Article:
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3 December 2007 at 9:12 am #3473Martin WParticipant
I’ve seen way, way too much bleating and babbling from folk who seem to hate even mention of global warming, claiming moves to reduce it will harm economies, even threaten the American Way of Life (whatever that might be!).
But seems that while costs may be high in dollar terms, not massive as percentages of GDP, say; and will bring various other benefits – I’m writing in Hong Kong, where currently there’s blanket of smog that has lasted for days: if warming measures help reduce this, say, will be great.
Here’s guff from commentary in Nature, by Jeffrey D. Sachs, Director of the Earth Institute at Columbia University and Quetelet Professor of Sustainable Development:Quote:a closer look at this daunting challenge of climate change gives several important reasons to believe that a global agreement and implementation plan are much closer than they initially seem. First, perhaps two-thirds or more of the fossil-fuel-based emissions of carbon dioxide — the main greenhouse gas — depend on a small number of industries. Electricity generation and automobiles account for roughly half of the total emissions. Other high-emission industries include steel, petrochemicals, refineries and cement. A large proportion of non-fossil-fuel-based carbon emissions arise from tropical deforestation.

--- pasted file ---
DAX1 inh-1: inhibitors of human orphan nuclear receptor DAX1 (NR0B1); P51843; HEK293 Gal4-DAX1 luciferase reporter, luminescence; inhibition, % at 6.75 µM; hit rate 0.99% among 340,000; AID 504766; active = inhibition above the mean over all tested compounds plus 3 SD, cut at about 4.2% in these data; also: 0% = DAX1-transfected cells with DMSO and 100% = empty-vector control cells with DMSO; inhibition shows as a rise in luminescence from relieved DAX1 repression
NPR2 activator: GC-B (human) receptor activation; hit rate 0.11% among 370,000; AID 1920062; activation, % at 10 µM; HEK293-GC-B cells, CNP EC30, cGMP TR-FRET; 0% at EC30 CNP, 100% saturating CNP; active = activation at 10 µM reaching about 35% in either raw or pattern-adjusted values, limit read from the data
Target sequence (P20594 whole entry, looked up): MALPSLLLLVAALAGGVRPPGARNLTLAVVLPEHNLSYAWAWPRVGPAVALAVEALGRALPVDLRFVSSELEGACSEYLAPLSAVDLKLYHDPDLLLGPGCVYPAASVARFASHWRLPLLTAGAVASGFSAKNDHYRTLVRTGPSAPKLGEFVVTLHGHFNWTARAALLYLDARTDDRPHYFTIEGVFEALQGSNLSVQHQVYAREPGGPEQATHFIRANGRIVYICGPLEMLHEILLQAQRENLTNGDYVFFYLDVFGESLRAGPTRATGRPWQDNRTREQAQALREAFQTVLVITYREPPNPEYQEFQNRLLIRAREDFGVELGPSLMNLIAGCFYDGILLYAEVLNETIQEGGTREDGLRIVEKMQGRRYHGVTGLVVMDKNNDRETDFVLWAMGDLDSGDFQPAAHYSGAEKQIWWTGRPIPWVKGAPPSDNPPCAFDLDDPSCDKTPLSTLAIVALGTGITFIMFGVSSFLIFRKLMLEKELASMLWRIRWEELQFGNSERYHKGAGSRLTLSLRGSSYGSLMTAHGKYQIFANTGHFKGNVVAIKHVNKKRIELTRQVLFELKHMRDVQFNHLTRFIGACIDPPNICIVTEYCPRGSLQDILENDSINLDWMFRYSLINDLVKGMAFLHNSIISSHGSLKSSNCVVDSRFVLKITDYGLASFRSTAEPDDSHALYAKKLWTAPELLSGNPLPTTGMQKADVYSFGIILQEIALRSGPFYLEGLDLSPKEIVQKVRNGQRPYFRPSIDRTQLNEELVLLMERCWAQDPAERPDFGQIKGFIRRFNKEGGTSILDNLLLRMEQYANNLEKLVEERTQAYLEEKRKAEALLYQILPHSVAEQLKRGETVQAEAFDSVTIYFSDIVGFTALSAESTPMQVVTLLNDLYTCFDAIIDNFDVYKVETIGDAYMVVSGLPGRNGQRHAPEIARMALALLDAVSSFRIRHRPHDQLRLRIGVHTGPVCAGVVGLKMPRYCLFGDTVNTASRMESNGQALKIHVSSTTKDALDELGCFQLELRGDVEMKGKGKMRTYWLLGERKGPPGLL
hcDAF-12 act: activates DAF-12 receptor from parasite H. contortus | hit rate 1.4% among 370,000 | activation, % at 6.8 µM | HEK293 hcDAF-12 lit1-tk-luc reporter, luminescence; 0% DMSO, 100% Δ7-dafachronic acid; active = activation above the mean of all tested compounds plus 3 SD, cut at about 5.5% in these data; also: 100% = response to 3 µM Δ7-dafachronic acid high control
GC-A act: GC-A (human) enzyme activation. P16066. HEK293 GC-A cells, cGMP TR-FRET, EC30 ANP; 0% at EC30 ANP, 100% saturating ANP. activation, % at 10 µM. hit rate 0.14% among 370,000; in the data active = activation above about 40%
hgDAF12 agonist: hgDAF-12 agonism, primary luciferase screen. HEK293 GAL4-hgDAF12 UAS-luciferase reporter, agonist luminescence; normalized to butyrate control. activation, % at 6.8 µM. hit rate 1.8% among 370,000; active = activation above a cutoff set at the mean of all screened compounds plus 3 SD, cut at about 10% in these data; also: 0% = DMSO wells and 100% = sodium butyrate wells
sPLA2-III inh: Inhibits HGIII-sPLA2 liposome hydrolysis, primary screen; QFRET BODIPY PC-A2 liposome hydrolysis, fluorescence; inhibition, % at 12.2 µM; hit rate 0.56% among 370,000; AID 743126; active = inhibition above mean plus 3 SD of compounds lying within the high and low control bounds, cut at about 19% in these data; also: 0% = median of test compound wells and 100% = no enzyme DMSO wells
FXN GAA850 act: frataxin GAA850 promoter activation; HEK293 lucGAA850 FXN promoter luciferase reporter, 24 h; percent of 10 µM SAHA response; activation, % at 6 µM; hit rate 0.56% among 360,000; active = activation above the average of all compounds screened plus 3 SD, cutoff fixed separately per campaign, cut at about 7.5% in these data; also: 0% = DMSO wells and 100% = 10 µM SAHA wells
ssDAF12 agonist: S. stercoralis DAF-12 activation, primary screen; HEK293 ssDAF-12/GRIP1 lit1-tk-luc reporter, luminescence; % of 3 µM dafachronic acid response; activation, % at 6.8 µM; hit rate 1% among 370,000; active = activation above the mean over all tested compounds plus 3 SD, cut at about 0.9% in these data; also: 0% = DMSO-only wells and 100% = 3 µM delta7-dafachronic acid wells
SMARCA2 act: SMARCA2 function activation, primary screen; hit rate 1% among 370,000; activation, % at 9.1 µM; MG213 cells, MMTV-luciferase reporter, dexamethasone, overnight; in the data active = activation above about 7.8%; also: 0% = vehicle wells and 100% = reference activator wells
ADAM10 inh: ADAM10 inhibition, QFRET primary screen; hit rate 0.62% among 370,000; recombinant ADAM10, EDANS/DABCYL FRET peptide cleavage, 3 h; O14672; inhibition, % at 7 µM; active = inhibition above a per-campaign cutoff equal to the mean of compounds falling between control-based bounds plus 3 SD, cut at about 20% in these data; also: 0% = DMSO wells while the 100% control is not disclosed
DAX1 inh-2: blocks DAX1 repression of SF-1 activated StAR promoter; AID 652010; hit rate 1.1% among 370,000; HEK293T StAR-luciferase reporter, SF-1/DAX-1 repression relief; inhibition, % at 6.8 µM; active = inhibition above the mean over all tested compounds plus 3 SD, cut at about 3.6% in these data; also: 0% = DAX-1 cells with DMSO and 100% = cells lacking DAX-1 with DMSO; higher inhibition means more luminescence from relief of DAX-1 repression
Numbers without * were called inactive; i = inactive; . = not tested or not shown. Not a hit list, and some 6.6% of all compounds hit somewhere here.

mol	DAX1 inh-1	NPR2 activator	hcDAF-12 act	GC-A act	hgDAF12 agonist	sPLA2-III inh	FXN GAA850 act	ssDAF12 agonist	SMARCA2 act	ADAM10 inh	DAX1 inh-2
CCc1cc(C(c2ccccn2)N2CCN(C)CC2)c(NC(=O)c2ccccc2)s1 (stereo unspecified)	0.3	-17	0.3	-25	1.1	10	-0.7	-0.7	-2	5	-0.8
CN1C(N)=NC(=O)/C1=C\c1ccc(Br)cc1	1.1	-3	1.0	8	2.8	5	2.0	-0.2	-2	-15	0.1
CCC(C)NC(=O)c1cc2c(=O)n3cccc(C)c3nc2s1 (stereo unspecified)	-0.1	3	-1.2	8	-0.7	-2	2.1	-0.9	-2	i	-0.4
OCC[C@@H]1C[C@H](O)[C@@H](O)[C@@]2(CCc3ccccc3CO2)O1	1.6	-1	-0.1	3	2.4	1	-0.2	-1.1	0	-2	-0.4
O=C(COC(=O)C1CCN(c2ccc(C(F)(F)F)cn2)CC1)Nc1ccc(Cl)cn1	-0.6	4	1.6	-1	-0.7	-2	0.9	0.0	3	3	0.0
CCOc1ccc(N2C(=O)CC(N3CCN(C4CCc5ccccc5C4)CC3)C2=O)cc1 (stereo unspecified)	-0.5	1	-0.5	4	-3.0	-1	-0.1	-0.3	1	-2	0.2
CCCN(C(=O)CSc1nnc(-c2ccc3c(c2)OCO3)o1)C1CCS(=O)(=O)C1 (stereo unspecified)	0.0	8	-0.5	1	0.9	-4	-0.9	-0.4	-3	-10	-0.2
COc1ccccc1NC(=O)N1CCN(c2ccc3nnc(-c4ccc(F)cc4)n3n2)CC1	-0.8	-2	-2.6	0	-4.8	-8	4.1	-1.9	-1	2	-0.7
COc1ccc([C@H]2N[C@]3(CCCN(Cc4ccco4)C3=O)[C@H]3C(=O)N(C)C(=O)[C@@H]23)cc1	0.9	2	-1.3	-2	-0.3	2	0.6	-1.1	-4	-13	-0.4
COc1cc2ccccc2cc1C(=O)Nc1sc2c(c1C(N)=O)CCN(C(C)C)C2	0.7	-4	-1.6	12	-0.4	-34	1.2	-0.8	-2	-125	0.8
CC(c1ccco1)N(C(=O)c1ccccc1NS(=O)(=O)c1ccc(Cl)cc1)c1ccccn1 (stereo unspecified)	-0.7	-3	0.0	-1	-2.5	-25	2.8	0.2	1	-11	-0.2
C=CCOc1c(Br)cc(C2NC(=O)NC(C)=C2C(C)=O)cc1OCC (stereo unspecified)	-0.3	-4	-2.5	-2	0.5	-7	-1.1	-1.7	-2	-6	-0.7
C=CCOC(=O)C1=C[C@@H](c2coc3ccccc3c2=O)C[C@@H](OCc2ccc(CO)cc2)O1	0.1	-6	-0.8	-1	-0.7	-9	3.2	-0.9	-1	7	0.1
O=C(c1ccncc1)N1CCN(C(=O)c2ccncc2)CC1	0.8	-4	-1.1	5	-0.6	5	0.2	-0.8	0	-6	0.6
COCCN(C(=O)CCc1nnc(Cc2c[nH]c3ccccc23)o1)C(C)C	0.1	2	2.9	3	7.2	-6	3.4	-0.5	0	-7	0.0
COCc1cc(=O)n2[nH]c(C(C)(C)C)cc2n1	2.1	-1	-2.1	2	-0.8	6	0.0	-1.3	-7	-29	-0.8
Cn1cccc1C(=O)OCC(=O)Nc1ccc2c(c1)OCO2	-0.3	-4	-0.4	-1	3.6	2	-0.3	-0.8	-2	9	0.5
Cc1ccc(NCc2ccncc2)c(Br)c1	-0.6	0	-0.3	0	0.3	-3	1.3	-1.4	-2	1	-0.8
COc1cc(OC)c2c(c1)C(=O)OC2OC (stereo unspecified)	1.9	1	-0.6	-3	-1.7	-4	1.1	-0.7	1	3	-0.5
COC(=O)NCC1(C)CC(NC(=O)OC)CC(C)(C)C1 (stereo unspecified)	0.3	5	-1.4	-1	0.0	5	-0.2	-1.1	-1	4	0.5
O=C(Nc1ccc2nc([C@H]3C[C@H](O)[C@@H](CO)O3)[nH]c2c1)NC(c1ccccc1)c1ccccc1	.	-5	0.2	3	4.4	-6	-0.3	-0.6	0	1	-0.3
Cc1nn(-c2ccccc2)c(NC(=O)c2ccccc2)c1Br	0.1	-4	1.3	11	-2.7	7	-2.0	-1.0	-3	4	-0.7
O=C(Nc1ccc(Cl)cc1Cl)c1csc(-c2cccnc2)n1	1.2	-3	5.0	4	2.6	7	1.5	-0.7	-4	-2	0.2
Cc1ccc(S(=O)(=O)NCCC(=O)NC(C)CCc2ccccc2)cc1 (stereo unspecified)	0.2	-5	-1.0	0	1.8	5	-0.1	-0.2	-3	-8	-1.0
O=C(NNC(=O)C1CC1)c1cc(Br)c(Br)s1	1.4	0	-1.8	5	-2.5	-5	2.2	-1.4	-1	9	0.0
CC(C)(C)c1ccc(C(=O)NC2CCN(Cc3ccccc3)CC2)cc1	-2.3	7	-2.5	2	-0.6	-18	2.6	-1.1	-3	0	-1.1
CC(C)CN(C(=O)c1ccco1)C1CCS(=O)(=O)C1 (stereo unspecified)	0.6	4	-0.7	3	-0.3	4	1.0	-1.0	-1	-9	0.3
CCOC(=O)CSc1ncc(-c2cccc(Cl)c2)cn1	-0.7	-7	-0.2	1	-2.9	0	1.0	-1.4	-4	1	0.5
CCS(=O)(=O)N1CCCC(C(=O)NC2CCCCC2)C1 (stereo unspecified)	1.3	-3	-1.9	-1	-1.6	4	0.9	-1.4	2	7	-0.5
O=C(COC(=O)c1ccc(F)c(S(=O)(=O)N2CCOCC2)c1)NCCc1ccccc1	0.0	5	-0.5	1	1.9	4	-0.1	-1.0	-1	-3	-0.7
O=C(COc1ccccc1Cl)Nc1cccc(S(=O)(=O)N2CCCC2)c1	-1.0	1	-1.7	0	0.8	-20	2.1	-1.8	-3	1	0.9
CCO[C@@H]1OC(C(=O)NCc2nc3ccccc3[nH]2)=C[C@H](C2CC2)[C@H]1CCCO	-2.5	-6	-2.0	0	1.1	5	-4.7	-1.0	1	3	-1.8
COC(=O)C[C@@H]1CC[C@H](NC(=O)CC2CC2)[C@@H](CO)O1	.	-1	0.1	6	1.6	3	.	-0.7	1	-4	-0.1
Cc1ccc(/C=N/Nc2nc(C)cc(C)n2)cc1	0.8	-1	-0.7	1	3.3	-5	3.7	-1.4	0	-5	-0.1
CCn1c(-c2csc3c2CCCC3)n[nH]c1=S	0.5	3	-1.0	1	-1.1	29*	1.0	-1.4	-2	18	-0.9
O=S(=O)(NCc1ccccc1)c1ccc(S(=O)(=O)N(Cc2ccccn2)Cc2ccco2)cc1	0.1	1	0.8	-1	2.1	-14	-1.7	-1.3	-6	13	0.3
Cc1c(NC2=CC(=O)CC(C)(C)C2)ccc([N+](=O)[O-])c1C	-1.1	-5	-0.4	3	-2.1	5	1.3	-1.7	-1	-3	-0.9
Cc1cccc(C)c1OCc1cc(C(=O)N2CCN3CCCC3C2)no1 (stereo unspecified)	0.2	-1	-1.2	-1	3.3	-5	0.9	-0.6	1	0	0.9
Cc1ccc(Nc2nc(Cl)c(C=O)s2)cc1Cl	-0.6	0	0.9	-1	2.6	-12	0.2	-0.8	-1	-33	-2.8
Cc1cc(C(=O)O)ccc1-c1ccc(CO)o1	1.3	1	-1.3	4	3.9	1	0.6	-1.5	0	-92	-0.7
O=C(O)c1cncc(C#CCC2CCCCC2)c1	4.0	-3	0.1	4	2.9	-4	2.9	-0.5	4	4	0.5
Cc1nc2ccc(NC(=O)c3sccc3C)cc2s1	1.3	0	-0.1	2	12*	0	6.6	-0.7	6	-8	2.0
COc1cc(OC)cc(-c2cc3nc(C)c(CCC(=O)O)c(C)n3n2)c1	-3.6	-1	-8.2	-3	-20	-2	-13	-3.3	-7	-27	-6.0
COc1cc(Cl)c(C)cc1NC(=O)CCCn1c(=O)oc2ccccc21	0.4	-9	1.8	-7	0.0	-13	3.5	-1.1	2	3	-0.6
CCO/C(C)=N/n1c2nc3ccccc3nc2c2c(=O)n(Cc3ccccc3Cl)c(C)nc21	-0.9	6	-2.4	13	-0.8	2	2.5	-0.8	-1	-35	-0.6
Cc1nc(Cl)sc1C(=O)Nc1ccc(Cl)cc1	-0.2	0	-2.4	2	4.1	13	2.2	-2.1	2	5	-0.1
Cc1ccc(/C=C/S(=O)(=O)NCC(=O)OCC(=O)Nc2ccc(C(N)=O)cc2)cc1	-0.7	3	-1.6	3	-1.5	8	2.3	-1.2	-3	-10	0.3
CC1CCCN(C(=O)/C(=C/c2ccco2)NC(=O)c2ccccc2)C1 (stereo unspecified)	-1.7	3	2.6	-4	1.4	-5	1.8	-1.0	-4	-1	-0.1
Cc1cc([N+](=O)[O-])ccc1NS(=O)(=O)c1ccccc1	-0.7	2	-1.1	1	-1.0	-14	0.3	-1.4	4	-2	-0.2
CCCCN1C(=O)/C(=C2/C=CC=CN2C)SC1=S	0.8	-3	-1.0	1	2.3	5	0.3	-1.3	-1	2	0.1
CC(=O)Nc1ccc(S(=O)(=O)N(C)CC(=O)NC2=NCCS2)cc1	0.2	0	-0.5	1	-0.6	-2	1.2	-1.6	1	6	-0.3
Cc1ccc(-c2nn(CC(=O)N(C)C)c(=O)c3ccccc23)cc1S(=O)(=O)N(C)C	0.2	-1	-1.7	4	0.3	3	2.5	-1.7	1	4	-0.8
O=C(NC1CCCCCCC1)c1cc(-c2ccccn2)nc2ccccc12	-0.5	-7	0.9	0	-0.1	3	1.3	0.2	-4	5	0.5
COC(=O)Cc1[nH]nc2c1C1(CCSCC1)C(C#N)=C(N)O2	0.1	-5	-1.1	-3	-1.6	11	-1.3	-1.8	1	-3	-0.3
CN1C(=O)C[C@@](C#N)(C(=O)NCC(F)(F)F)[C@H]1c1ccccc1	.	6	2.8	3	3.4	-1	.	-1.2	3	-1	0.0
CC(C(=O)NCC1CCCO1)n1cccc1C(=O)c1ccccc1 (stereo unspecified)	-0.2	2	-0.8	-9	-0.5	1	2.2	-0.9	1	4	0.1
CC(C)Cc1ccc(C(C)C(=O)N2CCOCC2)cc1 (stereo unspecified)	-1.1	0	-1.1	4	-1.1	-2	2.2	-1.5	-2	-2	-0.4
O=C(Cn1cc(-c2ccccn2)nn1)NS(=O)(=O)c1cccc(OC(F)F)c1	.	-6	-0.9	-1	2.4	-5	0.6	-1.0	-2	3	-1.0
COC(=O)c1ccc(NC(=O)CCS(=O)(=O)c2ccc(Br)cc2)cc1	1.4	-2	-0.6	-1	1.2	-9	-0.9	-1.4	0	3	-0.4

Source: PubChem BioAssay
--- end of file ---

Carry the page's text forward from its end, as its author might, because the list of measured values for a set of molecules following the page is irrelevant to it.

The highly concentrated nature of carbon emission sources suggests that the preponderance of abatement efforts could be addressed using a focused strategy
By focusing on selected high-impact sectors, the number of relevant decision makers can be reduced by several orders of magnitude. Rather than facing billions of individual decision points, the control efforts are focused on a few thousand power plants, a dozen or so global automobile manufacturers, and a few thousand large industrial units.
Smart incentives can be tailored to each sector, using a combination of industrial codes and standards, tradable permits, carbon taxes and other regulatory tools. Emissions limits can be phased in to achieve predictability while avoiding costly shocks to global economies. Public policies can be set to ensure that the incentives across key sectors are at least roughly comparable, so as to equate the marginal abatement costs across transport, industry and buildings, and across countries.
There is another crucial reason why success may prove to be easier than is now feared. With enough lead-time and policy consistency, the annual global costs of emissions abatement are likely to be relatively modest, on the order of 1% of the world’s income, or perhaps less.8 December 2007 at 9:18 am #4516Martin WParticipant
Time has article on Presidential Climate Action Plan (PCAP), an ambitious to-do list on global warming for the next Administration.
Includes:Quote:A recent report by McKinsey found that the U.S. could achieve vast cuts in greenhouse gas emissions at a cost to the economy of less than $50 a ton — lower, if we take advantage of the reduced costs energy efficiency would bring.
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